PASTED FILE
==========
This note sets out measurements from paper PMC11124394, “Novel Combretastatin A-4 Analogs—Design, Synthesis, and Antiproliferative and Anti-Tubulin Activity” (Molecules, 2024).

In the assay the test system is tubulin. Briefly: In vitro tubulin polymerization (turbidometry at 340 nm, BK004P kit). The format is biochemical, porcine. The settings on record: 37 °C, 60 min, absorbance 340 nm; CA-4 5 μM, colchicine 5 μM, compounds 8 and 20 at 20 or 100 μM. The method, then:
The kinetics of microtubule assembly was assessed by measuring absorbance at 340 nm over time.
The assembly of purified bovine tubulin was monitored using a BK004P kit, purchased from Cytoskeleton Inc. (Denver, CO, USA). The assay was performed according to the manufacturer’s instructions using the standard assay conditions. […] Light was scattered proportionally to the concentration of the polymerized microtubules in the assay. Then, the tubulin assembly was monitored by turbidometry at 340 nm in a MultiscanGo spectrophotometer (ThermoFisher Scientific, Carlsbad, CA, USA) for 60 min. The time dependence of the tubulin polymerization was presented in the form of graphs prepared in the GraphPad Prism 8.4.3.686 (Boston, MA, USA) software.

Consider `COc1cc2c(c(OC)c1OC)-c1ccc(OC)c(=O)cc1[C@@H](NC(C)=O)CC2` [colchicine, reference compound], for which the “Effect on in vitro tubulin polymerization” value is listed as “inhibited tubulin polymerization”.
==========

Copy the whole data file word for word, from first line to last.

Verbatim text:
This note sets out measurements from paper PMC11124394, “Novel Combretastatin A-4 Analogs—Design, Synthesis, and Antiproliferative and Anti-Tubulin Activity” (Molecules, 2024).

In the assay the test system is tubulin. Briefly: In vitro tubulin polymerization (turbidometry at 340 nm, BK004P kit). The format is biochemical, porcine. The settings on record: 37 °C, 60 min, absorbance 340 nm; CA-4 5 μM, colchicine 5 μM, compounds 8 and 20 at 20 or 100 μM. The method, then:
The kinetics of microtubule assembly was assessed by measuring absorbance at 340 nm over time.
The assembly of purified bovine tubulin was monitored using a BK004P kit, purchased from Cytoskeleton Inc. (Denver, CO, USA). The assay was performed according to the manufacturer’s instructions using the standard assay conditions. […] Light was scattered proportionally to the concentration of the polymerized microtubules in the assay. Then, the tubulin assembly was monitored by turbidometry at 340 nm in a MultiscanGo spectrophotometer (ThermoFisher Scientific, Carlsbad, CA, USA) for 60 min. The time dependence of the tubulin polymerization was presented in the form of graphs prepared in the GraphPad Prism 8.4.3.686 (Boston, MA, USA) software.

Consider `COc1cc2c(c(OC)c1OC)-c1ccc(OC)c(=O)cc1[C@@H](NC(C)=O)CC2` [colchicine, reference compound], for which the “Effect on in vitro tubulin polymerization” value is listed as “inhibited tubulin polymerization”.